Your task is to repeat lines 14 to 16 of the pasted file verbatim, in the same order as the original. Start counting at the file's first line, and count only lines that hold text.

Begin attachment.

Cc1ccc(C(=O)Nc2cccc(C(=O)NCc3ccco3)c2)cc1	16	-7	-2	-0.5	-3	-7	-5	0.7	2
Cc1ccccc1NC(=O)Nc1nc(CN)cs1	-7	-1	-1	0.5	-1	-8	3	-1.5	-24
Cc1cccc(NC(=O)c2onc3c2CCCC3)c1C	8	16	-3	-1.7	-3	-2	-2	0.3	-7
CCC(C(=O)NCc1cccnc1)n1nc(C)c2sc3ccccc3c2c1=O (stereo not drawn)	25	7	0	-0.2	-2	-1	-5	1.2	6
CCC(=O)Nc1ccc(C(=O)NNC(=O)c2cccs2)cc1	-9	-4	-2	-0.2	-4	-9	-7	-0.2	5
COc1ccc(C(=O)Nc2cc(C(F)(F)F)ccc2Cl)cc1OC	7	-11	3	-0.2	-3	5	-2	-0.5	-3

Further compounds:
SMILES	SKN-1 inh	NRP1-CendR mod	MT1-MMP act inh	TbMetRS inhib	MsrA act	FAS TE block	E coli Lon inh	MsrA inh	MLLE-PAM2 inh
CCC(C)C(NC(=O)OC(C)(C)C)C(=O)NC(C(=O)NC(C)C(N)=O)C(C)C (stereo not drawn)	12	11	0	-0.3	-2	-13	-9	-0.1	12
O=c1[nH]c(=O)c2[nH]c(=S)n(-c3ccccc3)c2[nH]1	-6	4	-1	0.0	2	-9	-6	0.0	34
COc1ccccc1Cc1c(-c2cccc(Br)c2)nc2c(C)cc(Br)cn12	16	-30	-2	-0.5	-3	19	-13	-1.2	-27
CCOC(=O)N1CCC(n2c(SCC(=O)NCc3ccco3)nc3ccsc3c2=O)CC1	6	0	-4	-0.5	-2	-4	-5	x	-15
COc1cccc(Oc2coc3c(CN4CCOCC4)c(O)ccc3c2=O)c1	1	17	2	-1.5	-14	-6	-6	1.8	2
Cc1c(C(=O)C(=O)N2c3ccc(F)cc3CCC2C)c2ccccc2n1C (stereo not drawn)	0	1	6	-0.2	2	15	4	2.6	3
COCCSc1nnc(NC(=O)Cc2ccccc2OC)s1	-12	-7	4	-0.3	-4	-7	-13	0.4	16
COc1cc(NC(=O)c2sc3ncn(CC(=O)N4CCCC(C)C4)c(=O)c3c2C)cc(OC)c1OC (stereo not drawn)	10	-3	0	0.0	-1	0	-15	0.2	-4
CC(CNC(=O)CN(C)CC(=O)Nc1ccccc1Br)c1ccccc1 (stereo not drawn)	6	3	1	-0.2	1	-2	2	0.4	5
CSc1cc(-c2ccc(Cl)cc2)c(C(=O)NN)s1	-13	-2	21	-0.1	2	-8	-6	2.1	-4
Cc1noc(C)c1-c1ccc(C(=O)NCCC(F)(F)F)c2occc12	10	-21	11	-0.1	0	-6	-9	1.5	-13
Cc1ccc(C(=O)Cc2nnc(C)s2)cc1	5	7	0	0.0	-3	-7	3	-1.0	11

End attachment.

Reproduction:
Cc1c(C(=O)C(=O)N2c3ccc(F)cc3CCC2C)c2ccccc2n1C (stereo not drawn)	0	1	6	-0.2	2	15	4	2.6	3
COCCSc1nnc(NC(=O)Cc2ccccc2OC)s1	-12	-7	4	-0.3	-4	-7	-13	0.4	16
COc1cc(NC(=O)c2sc3ncn(CC(=O)N4CCCC(C)C4)c(=O)c3c2C)cc(OC)c1OC (stereo not drawn)	10	-3	0	0.0	-1	0	-15	0.2	-4